When we perform, we must put our technical concerns away for the most part, and “just sing”. Most of us have heard this advice many times. We psych ourselves up to “let go” and “just do it” for the big show.

How about when we practice? The yin and yang of practicing gives us opportunities to practice allowing something to happen on a daily basis. Too many people are all yang – thrust, aggression, agendas, and domination. That heavy attitude is not the artist’s way.

Our vocabulary can be problematic. We talk about “reinforcing habits” and “making changes” and “solidifying technique”. How often do people explicitly “weaken [bad] habits”, “allow changes”, or “flexibilize technique”?” Don’t those phrases make as much sense?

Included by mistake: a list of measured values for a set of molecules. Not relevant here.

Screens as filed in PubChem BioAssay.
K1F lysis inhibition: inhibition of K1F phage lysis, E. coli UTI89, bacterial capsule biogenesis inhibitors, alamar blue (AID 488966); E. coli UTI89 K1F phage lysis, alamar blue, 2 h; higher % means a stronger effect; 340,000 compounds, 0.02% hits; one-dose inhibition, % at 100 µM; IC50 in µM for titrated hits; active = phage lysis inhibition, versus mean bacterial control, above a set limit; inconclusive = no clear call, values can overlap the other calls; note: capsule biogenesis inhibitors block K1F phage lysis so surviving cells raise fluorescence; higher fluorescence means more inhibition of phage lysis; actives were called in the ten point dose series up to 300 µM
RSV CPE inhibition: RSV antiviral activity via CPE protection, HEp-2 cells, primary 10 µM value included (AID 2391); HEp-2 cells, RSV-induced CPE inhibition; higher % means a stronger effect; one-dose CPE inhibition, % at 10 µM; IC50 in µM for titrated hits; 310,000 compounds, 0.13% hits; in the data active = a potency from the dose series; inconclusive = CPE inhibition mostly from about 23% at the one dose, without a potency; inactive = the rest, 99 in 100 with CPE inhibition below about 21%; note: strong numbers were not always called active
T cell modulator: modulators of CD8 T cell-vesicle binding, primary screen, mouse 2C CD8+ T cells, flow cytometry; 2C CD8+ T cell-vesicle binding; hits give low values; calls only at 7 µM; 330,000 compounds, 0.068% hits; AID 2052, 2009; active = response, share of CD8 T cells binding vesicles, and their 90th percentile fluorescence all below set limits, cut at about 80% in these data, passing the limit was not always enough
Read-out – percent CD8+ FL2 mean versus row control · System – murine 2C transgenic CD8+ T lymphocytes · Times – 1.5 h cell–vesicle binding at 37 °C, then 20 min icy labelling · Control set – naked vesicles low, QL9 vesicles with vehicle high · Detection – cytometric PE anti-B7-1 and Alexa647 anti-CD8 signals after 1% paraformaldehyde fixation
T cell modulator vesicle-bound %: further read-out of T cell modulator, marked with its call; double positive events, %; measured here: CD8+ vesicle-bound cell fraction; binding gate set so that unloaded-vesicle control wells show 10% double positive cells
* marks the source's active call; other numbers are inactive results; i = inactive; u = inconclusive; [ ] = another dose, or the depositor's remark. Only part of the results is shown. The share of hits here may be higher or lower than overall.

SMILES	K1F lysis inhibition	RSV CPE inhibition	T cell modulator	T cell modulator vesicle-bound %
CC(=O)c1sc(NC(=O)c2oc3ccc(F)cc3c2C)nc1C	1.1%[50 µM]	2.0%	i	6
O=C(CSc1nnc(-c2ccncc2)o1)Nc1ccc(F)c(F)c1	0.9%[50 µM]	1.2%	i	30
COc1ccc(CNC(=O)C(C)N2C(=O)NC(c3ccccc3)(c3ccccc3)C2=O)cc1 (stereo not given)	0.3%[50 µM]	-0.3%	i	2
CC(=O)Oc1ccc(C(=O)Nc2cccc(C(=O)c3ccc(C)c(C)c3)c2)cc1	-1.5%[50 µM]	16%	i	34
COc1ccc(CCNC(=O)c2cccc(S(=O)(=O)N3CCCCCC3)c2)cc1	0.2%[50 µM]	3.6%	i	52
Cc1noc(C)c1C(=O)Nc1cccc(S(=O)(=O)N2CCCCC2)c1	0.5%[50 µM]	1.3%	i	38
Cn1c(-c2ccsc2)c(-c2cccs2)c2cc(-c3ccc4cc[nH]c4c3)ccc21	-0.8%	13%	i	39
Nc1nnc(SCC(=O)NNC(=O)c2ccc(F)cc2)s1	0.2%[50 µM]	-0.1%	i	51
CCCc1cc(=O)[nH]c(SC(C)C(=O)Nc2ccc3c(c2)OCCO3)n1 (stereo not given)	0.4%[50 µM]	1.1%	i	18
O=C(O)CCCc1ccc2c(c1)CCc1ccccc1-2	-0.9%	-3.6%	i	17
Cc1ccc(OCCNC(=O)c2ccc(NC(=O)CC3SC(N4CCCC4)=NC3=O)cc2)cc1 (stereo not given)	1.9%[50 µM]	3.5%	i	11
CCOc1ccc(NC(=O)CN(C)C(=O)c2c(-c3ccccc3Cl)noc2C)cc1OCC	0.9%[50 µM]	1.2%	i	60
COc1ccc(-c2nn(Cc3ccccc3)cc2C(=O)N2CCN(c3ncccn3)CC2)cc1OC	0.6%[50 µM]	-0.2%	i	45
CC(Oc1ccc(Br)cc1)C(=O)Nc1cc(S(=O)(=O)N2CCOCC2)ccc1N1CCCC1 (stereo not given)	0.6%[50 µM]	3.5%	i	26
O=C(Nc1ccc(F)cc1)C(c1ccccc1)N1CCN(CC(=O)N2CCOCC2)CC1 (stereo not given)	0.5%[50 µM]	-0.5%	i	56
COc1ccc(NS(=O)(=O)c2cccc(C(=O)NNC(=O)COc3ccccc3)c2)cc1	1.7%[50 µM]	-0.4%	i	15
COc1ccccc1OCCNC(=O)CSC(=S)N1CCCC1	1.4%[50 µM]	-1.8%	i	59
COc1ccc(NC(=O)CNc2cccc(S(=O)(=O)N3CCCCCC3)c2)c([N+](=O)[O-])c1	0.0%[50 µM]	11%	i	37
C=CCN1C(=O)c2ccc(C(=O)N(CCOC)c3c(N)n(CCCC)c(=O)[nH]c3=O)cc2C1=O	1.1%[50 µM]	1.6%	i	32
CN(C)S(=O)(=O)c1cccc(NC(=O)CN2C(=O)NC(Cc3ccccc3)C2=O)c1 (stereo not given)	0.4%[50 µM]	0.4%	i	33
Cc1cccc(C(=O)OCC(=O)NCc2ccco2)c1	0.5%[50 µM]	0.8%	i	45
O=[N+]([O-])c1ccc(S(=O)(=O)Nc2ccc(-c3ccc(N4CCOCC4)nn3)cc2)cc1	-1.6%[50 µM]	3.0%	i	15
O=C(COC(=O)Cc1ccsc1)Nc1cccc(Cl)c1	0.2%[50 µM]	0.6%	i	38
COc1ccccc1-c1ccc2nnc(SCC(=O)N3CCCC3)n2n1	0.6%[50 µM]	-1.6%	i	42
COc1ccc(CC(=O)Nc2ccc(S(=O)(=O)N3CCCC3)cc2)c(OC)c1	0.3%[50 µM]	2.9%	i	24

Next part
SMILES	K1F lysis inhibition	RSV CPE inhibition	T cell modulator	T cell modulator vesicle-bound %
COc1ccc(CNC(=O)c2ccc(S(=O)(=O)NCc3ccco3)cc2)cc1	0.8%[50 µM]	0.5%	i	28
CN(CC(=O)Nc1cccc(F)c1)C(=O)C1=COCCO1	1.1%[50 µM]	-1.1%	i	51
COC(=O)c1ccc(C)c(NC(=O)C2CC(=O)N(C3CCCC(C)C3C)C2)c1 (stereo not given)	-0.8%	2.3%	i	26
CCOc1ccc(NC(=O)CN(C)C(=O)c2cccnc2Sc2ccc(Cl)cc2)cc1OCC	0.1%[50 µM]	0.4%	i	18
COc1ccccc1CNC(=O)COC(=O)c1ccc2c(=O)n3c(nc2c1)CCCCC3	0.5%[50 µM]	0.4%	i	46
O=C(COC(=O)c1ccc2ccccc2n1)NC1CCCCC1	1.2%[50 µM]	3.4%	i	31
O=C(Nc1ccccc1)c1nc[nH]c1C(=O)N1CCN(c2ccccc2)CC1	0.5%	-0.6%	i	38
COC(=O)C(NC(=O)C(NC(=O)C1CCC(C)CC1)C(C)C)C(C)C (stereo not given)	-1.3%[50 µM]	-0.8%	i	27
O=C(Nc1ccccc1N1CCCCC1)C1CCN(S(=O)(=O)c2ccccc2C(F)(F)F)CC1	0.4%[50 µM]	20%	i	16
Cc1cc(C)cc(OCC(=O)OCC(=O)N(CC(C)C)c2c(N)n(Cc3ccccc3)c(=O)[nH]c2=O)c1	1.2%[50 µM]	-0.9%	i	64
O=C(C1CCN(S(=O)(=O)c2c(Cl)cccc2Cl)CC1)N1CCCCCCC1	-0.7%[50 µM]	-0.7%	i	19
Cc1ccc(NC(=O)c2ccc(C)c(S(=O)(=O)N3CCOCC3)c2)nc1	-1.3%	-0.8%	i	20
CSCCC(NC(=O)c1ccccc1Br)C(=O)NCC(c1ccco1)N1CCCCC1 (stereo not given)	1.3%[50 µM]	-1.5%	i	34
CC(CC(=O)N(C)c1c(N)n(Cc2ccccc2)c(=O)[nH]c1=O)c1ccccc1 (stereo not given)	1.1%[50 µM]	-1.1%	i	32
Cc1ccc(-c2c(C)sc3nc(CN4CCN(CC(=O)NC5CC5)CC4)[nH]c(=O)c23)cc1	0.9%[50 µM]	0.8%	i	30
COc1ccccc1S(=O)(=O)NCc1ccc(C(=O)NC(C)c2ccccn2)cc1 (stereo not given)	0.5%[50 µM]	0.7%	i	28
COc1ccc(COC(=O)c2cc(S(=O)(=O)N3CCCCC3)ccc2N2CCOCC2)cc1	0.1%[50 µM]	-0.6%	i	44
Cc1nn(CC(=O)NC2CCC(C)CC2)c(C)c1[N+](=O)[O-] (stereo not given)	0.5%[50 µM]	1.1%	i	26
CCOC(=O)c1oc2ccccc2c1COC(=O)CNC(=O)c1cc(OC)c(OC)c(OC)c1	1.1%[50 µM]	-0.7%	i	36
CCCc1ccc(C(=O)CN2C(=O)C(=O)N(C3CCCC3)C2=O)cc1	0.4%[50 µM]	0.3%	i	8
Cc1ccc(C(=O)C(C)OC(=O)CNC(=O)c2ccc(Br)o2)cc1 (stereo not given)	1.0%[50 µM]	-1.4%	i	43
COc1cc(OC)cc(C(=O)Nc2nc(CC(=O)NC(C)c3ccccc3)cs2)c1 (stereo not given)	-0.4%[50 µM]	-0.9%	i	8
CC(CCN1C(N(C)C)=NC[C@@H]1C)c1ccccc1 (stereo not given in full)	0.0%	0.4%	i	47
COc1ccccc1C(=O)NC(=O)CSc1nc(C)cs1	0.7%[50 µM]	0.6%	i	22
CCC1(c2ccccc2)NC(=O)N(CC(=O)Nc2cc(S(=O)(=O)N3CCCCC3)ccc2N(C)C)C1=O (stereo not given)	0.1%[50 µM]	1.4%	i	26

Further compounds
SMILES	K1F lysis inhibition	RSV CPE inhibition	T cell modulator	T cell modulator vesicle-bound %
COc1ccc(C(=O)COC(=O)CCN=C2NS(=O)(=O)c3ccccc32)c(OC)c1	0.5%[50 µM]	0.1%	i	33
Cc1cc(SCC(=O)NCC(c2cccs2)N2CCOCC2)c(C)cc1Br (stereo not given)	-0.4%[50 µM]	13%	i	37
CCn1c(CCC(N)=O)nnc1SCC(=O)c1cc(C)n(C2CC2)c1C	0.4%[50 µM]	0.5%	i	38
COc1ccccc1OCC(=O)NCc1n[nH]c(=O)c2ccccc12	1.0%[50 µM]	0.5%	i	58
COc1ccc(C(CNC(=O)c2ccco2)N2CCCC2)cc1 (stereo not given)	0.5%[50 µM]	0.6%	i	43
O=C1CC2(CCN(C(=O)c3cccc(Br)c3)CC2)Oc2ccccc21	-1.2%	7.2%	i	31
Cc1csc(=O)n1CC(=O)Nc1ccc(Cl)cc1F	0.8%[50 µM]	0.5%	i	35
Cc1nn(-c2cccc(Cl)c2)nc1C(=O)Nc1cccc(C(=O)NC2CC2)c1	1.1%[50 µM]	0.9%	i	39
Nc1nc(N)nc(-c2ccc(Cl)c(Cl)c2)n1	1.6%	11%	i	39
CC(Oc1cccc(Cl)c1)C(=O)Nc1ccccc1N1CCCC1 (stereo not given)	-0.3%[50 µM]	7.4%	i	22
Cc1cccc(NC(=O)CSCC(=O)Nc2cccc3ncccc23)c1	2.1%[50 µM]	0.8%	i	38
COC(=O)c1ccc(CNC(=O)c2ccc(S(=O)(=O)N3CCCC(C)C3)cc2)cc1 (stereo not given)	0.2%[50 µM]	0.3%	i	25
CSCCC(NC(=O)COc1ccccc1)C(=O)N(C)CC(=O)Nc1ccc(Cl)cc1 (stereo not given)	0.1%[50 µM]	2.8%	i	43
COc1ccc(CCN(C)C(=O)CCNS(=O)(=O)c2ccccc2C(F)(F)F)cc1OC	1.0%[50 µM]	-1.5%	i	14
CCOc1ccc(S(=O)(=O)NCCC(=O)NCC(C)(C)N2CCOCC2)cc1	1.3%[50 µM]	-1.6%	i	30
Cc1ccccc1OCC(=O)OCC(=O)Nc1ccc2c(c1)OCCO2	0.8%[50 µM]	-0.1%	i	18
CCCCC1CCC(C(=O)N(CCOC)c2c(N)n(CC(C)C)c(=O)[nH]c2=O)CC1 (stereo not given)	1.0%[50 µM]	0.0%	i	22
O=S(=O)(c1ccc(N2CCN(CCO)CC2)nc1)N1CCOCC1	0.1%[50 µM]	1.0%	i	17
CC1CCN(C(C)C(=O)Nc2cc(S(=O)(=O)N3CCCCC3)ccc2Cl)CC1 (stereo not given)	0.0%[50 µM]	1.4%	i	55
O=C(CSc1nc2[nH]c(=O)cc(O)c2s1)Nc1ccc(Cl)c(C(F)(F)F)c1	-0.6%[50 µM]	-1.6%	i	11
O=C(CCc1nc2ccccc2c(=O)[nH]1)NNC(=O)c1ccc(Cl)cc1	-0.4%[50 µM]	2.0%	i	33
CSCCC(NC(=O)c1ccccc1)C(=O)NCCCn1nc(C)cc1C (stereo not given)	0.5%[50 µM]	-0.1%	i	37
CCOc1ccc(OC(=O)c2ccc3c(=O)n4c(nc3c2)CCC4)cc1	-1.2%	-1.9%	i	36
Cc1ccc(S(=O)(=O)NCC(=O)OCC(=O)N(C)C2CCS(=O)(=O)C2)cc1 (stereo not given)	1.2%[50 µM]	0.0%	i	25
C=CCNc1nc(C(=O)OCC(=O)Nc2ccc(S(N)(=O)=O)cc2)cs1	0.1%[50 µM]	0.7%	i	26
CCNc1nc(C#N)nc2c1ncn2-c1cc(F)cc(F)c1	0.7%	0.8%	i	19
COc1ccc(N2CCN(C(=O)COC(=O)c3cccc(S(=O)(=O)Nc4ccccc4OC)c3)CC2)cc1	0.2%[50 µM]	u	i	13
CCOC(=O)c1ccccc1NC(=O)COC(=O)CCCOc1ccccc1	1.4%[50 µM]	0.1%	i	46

Learning to allow means yielding space for something different. What would happen if I didn’t _____? What happens if I do the opposite of ____? If doing this equals that, what happens if I don’t do “this”? Do I get none of “that”, less of “that”, or something even better to take its place? Then maybe I need to find a different way to do “that”, if I still need “that” in my singing.

Consider a spirit of play, experimentation, and discovery as part of your practicing. Allow what happens to be there without judgement, at least for a few moments. Only good can come of it.

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